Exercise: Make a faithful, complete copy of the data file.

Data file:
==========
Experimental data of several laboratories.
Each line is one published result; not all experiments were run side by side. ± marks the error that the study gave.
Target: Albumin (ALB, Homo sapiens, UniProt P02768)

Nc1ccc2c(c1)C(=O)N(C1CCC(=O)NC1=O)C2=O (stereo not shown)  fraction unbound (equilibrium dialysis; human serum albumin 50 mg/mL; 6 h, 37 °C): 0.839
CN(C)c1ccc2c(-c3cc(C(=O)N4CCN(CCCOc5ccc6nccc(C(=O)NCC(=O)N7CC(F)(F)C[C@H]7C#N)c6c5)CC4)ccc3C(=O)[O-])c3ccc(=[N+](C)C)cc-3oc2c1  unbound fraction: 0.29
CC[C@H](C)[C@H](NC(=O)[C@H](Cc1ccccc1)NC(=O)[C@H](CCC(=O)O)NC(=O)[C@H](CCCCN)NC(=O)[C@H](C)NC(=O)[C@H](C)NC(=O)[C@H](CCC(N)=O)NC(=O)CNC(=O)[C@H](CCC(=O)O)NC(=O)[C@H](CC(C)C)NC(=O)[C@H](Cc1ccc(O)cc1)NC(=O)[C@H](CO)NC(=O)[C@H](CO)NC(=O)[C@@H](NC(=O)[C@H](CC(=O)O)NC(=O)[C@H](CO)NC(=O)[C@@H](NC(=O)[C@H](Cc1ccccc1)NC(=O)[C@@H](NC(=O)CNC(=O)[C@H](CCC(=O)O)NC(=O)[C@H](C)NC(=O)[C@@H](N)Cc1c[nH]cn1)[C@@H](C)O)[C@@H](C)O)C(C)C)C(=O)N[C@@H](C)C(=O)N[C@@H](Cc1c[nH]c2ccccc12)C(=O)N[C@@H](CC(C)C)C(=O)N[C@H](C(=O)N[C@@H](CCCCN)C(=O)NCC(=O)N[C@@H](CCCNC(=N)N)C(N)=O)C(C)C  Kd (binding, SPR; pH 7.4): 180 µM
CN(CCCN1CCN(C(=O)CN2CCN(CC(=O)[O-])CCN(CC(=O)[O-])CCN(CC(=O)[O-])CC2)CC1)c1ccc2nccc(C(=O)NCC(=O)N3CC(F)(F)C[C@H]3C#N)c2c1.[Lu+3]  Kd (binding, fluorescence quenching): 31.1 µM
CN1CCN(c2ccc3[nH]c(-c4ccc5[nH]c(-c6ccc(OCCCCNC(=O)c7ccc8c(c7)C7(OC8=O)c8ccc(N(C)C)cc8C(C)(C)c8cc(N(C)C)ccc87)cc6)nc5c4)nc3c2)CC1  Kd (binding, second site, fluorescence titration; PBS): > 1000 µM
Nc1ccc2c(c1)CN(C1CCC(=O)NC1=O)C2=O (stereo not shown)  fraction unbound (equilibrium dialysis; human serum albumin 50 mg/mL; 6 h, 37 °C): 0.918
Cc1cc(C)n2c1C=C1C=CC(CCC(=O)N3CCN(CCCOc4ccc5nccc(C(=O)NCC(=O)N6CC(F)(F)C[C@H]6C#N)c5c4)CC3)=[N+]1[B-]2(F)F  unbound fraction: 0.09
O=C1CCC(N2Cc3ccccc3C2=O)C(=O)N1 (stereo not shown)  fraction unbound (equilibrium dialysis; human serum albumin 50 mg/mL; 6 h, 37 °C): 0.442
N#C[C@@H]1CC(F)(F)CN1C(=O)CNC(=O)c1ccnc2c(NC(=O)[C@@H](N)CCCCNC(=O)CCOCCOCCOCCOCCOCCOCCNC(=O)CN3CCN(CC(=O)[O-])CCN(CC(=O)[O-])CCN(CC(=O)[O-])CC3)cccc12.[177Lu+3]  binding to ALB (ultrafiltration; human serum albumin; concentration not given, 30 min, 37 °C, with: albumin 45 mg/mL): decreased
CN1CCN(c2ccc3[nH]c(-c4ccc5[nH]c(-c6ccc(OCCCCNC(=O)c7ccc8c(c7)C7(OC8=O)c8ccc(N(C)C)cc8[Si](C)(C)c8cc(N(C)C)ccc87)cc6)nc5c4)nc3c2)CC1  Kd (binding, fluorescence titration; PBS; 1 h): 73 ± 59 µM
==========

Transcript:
Experimental data of several laboratories.
Each line is one published result; not all experiments were run side by side. ± marks the error that the study gave.
Target: Albumin (ALB, Homo sapiens, UniProt P02768)

Nc1ccc2c(c1)C(=O)N(C1CCC(=O)NC1=O)C2=O (stereo not shown)  fraction unbound (equilibrium dialysis; human serum albumin 50 mg/mL; 6 h, 37 °C): 0.839
CN(C)c1ccc2c(-c3cc(C(=O)N4CCN(CCCOc5ccc6nccc(C(=O)NCC(=O)N7CC(F)(F)C[C@H]7C#N)c6c5)CC4)ccc3C(=O)[O-])c3ccc(=[N+](C)C)cc-3oc2c1  unbound fraction: 0.29
CC[C@H](C)[C@H](NC(=O)[C@H](Cc1ccccc1)NC(=O)[C@H](CCC(=O)O)NC(=O)[C@H](CCCCN)NC(=O)[C@H](C)NC(=O)[C@H](C)NC(=O)[C@H](CCC(N)=O)NC(=O)CNC(=O)[C@H](CCC(=O)O)NC(=O)[C@H](CC(C)C)NC(=O)[C@H](Cc1ccc(O)cc1)NC(=O)[C@H](CO)NC(=O)[C@H](CO)NC(=O)[C@@H](NC(=O)[C@H](CC(=O)O)NC(=O)[C@H](CO)NC(=O)[C@@H](NC(=O)[C@H](Cc1ccccc1)NC(=O)[C@@H](NC(=O)CNC(=O)[C@H](CCC(=O)O)NC(=O)[C@H](C)NC(=O)[C@@H](N)Cc1c[nH]cn1)[C@@H](C)O)[C@@H](C)O)C(C)C)C(=O)N[C@@H](C)C(=O)N[C@@H](Cc1c[nH]c2ccccc12)C(=O)N[C@@H](CC(C)C)C(=O)N[C@H](C(=O)N[C@@H](CCCCN)C(=O)NCC(=O)N[C@@H](CCCNC(=N)N)C(N)=O)C(C)C  Kd (binding, SPR; pH 7.4): 180 µM
CN(CCCN1CCN(C(=O)CN2CCN(CC(=O)[O-])CCN(CC(=O)[O-])CCN(CC(=O)[O-])CC2)CC1)c1ccc2nccc(C(=O)NCC(=O)N3CC(F)(F)C[C@H]3C#N)c2c1.[Lu+3]  Kd (binding, fluorescence quenching): 31.1 µM
CN1CCN(c2ccc3[nH]c(-c4ccc5[nH]c(-c6ccc(OCCCCNC(=O)c7ccc8c(c7)C7(OC8=O)c8ccc(N(C)C)cc8C(C)(C)c8cc(N(C)C)ccc87)cc6)nc5c4)nc3c2)CC1  Kd (binding, second site, fluorescence titration; PBS): > 1000 µM
Nc1ccc2c(c1)CN(C1CCC(=O)NC1=O)C2=O (stereo not shown)  fraction unbound (equilibrium dialysis; human serum albumin 50 mg/mL; 6 h, 37 °C): 0.918
Cc1cc(C)n2c1C=C1C=CC(CCC(=O)N3CCN(CCCOc4ccc5nccc(C(=O)NCC(=O)N6CC(F)(F)C[C@H]6C#N)c5c4)CC3)=[N+]1[B-]2(F)F  unbound fraction: 0.09
O=C1CCC(N2Cc3ccccc3C2=O)C(=O)N1 (stereo not shown)  fraction unbound (equilibrium dialysis; human serum albumin 50 mg/mL; 6 h, 37 °C): 0.442
N#C[C@@H]1CC(F)(F)CN1C(=O)CNC(=O)c1ccnc2c(NC(=O)[C@@H](N)CCCCNC(=O)CCOCCOCCOCCOCCOCCOCCNC(=O)CN3CCN(CC(=O)[O-])CCN(CC(=O)[O-])CCN(CC(=O)[O-])CC3)cccc12.[177Lu+3]  binding to ALB (ultrafiltration; human serum albumin; concentration not given, 30 min, 37 °C, with: albumin 45 mg/mL): decreased
CN1CCN(c2ccc3[nH]c(-c4ccc5[nH]c(-c6ccc(OCCCCNC(=O)c7ccc8c(c7)C7(OC8=O)c8ccc(N(C)C)cc8[Si](C)(C)c8cc(N(C)C)ccc87)cc6)nc5c4)nc3c2)CC1  Kd (binding, fluorescence titration; PBS; 1 h): 73 ± 59 µM